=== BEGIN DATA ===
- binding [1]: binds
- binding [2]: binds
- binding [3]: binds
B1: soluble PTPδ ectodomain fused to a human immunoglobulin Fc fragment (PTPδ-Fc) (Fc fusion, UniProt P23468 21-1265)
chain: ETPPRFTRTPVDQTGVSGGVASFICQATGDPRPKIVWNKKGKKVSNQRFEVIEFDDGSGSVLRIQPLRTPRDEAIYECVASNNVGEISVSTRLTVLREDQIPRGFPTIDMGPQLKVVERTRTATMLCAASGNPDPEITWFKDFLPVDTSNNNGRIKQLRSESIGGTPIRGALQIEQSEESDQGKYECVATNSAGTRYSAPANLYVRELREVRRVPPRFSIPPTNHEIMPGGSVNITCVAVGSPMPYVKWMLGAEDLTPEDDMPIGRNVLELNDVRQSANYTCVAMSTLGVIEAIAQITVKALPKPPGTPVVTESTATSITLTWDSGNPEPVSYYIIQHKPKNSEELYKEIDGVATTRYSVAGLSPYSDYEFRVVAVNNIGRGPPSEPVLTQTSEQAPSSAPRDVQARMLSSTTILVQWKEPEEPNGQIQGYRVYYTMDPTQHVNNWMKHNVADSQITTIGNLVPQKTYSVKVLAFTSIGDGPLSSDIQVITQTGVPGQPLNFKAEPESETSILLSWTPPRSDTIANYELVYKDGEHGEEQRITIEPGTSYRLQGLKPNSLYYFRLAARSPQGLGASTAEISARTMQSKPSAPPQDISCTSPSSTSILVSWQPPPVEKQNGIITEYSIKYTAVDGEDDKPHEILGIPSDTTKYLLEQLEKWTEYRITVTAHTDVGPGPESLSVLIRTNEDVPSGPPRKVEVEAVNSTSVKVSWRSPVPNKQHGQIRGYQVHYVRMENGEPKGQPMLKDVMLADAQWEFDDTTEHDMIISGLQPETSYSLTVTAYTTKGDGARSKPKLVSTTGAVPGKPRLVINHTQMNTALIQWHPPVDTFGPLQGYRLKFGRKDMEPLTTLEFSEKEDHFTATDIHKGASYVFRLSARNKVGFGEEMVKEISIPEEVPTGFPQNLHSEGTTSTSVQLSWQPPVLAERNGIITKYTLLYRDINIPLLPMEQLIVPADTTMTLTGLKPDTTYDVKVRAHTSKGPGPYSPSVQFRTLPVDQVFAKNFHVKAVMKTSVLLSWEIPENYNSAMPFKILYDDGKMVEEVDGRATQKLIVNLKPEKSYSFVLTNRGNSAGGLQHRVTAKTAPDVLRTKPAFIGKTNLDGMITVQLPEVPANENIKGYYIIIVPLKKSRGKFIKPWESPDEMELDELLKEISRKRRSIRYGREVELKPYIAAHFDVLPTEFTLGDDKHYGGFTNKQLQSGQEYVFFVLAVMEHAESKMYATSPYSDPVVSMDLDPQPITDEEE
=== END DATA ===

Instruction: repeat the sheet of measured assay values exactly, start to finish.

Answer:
- binding [1]: binds
- binding [2]: binds
- binding [3]: binds
B1: soluble PTPδ ectodomain fused to a human immunoglobulin Fc fragment (PTPδ-Fc) (Fc fusion, UniProt P23468 21-1265)
chain: ETPPRFTRTPVDQTGVSGGVASFICQATGDPRPKIVWNKKGKKVSNQRFEVIEFDDGSGSVLRIQPLRTPRDEAIYECVASNNVGEISVSTRLTVLREDQIPRGFPTIDMGPQLKVVERTRTATMLCAASGNPDPEITWFKDFLPVDTSNNNGRIKQLRSESIGGTPIRGALQIEQSEESDQGKYECVATNSAGTRYSAPANLYVRELREVRRVPPRFSIPPTNHEIMPGGSVNITCVAVGSPMPYVKWMLGAEDLTPEDDMPIGRNVLELNDVRQSANYTCVAMSTLGVIEAIAQITVKALPKPPGTPVVTESTATSITLTWDSGNPEPVSYYIIQHKPKNSEELYKEIDGVATTRYSVAGLSPYSDYEFRVVAVNNIGRGPPSEPVLTQTSEQAPSSAPRDVQARMLSSTTILVQWKEPEEPNGQIQGYRVYYTMDPTQHVNNWMKHNVADSQITTIGNLVPQKTYSVKVLAFTSIGDGPLSSDIQVITQTGVPGQPLNFKAEPESETSILLSWTPPRSDTIANYELVYKDGEHGEEQRITIEPGTSYRLQGLKPNSLYYFRLAARSPQGLGASTAEISARTMQSKPSAPPQDISCTSPSSTSILVSWQPPPVEKQNGIITEYSIKYTAVDGEDDKPHEILGIPSDTTKYLLEQLEKWTEYRITVTAHTDVGPGPESLSVLIRTNEDVPSGPPRKVEVEAVNSTSVKVSWRSPVPNKQHGQIRGYQVHYVRMENGEPKGQPMLKDVMLADAQWEFDDTTEHDMIISGLQPETSYSLTVTAYTTKGDGARSKPKLVSTTGAVPGKPRLVINHTQMNTALIQWHPPVDTFGPLQGYRLKFGRKDMEPLTTLEFSEKEDHFTATDIHKGASYVFRLSARNKVGFGEEMVKEISIPEEVPTGFPQNLHSEGTTSTSVQLSWQPPVLAERNGIITKYTLLYRDINIPLLPMEQLIVPADTTMTLTGLKPDTTYDVKVRAHTSKGPGPYSPSVQFRTLPVDQVFAKNFHVKAVMKTSVLLSWEIPENYNSAMPFKILYDDGKMVEEVDGRATQKLIVNLKPEKSYSFVLTNRGNSAGGLQHRVTAKTAPDVLRTKPAFIGKTNLDGMITVQLPEVPANENIKGYYIIIVPLKKSRGKFIKPWESPDEMELDELLKEISRKRRSIRYGREVELKPYIAAHFDVLPTEFTLGDDKHYGGFTNKQLQSGQEYVFFVLAVMEHAESKMYATSPYSDPVVSMDLDPQPITDEEE